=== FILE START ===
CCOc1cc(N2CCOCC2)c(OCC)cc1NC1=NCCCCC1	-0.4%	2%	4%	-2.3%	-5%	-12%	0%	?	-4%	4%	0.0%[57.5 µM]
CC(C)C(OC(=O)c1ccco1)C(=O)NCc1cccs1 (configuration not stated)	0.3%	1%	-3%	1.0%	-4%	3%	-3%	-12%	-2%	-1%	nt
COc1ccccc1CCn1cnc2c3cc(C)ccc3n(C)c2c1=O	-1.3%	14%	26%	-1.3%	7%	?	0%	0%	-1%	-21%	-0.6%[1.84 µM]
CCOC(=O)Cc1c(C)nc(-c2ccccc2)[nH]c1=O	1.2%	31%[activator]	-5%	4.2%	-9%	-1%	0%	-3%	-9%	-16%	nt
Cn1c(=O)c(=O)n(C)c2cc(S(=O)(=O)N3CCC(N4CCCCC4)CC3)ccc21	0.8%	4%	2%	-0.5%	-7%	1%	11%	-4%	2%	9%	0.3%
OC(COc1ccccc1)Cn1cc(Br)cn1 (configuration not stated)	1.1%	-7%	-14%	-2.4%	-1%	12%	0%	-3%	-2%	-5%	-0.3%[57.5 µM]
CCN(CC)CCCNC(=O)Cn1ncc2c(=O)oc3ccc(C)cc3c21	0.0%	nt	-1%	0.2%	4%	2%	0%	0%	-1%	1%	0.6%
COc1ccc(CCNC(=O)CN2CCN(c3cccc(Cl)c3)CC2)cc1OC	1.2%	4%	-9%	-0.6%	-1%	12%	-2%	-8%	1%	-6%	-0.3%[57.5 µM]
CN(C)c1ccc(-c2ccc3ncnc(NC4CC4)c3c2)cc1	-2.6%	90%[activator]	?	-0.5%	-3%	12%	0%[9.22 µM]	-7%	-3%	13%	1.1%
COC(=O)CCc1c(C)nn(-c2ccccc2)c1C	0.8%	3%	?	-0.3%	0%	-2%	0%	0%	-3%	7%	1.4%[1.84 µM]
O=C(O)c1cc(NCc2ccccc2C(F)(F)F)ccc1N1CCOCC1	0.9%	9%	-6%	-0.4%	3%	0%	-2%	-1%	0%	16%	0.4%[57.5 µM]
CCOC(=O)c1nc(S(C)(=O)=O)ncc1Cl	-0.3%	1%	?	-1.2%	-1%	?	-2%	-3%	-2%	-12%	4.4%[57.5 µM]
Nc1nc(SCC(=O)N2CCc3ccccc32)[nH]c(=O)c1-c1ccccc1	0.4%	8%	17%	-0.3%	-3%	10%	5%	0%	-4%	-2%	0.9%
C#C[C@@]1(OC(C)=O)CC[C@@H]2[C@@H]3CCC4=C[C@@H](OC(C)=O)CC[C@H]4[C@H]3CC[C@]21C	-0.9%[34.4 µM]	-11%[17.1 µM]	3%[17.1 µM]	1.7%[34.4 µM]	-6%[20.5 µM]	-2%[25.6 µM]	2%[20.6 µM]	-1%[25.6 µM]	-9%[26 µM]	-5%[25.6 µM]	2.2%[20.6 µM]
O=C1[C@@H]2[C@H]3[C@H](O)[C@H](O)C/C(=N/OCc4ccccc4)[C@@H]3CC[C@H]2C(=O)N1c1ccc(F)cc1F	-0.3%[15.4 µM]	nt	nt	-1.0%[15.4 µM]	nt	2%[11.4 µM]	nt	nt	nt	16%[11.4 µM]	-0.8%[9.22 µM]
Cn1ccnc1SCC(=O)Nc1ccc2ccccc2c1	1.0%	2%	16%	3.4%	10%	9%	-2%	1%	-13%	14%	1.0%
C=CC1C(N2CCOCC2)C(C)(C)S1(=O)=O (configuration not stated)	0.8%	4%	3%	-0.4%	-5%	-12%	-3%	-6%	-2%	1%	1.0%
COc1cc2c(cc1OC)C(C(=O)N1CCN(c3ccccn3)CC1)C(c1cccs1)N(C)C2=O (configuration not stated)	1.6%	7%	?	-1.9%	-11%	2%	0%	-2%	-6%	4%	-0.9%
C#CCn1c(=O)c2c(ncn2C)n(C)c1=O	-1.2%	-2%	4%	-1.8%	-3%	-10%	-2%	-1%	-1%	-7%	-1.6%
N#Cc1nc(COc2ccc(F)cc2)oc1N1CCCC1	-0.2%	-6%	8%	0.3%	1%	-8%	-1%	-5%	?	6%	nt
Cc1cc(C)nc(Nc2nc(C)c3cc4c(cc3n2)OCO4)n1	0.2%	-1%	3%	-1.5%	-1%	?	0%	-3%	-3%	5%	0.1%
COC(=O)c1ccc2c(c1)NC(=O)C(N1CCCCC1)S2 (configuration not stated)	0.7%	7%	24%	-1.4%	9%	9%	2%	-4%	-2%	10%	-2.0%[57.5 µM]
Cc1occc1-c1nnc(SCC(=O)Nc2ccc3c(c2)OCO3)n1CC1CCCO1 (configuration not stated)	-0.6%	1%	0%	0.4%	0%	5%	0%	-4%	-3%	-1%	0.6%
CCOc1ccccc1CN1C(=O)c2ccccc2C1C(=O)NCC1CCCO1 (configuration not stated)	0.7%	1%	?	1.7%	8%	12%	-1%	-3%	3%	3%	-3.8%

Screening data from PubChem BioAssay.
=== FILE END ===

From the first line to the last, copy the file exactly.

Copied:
CCOc1cc(N2CCOCC2)c(OCC)cc1NC1=NCCCCC1	-0.4%	2%	4%	-2.3%	-5%	-12%	0%	?	-4%	4%	0.0%[57.5 µM]
CC(C)C(OC(=O)c1ccco1)C(=O)NCc1cccs1 (configuration not stated)	0.3%	1%	-3%	1.0%	-4%	3%	-3%	-12%	-2%	-1%	nt
COc1ccccc1CCn1cnc2c3cc(C)ccc3n(C)c2c1=O	-1.3%	14%	26%	-1.3%	7%	?	0%	0%	-1%	-21%	-0.6%[1.84 µM]
CCOC(=O)Cc1c(C)nc(-c2ccccc2)[nH]c1=O	1.2%	31%[activator]	-5%	4.2%	-9%	-1%	0%	-3%	-9%	-16%	nt
Cn1c(=O)c(=O)n(C)c2cc(S(=O)(=O)N3CCC(N4CCCCC4)CC3)ccc21	0.8%	4%	2%	-0.5%	-7%	1%	11%	-4%	2%	9%	0.3%
OC(COc1ccccc1)Cn1cc(Br)cn1 (configuration not stated)	1.1%	-7%	-14%	-2.4%	-1%	12%	0%	-3%	-2%	-5%	-0.3%[57.5 µM]
CCN(CC)CCCNC(=O)Cn1ncc2c(=O)oc3ccc(C)cc3c21	0.0%	nt	-1%	0.2%	4%	2%	0%	0%	-1%	1%	0.6%
COc1ccc(CCNC(=O)CN2CCN(c3cccc(Cl)c3)CC2)cc1OC	1.2%	4%	-9%	-0.6%	-1%	12%	-2%	-8%	1%	-6%	-0.3%[57.5 µM]
CN(C)c1ccc(-c2ccc3ncnc(NC4CC4)c3c2)cc1	-2.6%	90%[activator]	?	-0.5%	-3%	12%	0%[9.22 µM]	-7%	-3%	13%	1.1%
COC(=O)CCc1c(C)nn(-c2ccccc2)c1C	0.8%	3%	?	-0.3%	0%	-2%	0%	0%	-3%	7%	1.4%[1.84 µM]
O=C(O)c1cc(NCc2ccccc2C(F)(F)F)ccc1N1CCOCC1	0.9%	9%	-6%	-0.4%	3%	0%	-2%	-1%	0%	16%	0.4%[57.5 µM]
CCOC(=O)c1nc(S(C)(=O)=O)ncc1Cl	-0.3%	1%	?	-1.2%	-1%	?	-2%	-3%	-2%	-12%	4.4%[57.5 µM]
Nc1nc(SCC(=O)N2CCc3ccccc32)[nH]c(=O)c1-c1ccccc1	0.4%	8%	17%	-0.3%	-3%	10%	5%	0%	-4%	-2%	0.9%
C#C[C@@]1(OC(C)=O)CC[C@@H]2[C@@H]3CCC4=C[C@@H](OC(C)=O)CC[C@H]4[C@H]3CC[C@]21C	-0.9%[34.4 µM]	-11%[17.1 µM]	3%[17.1 µM]	1.7%[34.4 µM]	-6%[20.5 µM]	-2%[25.6 µM]	2%[20.6 µM]	-1%[25.6 µM]	-9%[26 µM]	-5%[25.6 µM]	2.2%[20.6 µM]
O=C1[C@@H]2[C@H]3[C@H](O)[C@H](O)C/C(=N/OCc4ccccc4)[C@@H]3CC[C@H]2C(=O)N1c1ccc(F)cc1F	-0.3%[15.4 µM]	nt	nt	-1.0%[15.4 µM]	nt	2%[11.4 µM]	nt	nt	nt	16%[11.4 µM]	-0.8%[9.22 µM]
Cn1ccnc1SCC(=O)Nc1ccc2ccccc2c1	1.0%	2%	16%	3.4%	10%	9%	-2%	1%	-13%	14%	1.0%
C=CC1C(N2CCOCC2)C(C)(C)S1(=O)=O (configuration not stated)	0.8%	4%	3%	-0.4%	-5%	-12%	-3%	-6%	-2%	1%	1.0%
COc1cc2c(cc1OC)C(C(=O)N1CCN(c3ccccn3)CC1)C(c1cccs1)N(C)C2=O (configuration not stated)	1.6%	7%	?	-1.9%	-11%	2%	0%	-2%	-6%	4%	-0.9%
C#CCn1c(=O)c2c(ncn2C)n(C)c1=O	-1.2%	-2%	4%	-1.8%	-3%	-10%	-2%	-1%	-1%	-7%	-1.6%
N#Cc1nc(COc2ccc(F)cc2)oc1N1CCCC1	-0.2%	-6%	8%	0.3%	1%	-8%	-1%	-5%	?	6%	nt
Cc1cc(C)nc(Nc2nc(C)c3cc4c(cc3n2)OCO4)n1	0.2%	-1%	3%	-1.5%	-1%	?	0%	-3%	-3%	5%	0.1%
COC(=O)c1ccc2c(c1)NC(=O)C(N1CCCCC1)S2 (configuration not stated)	0.7%	7%	24%	-1.4%	9%	9%	2%	-4%	-2%	10%	-2.0%[57.5 µM]
Cc1occc1-c1nnc(SCC(=O)Nc2ccc3c(c2)OCO3)n1CC1CCCO1 (configuration not stated)	-0.6%	1%	0%	0.4%	0%	5%	0%	-4%	-3%	-1%	0.6%
CCOc1ccccc1CN1C(=O)c2ccccc2C1C(=O)NCC1CCCO1 (configuration not stated)	0.7%	1%	?	1.7%	8%	12%	-1%	-3%	3%	3%	-3.8%

Screening data from PubChem BioAssay.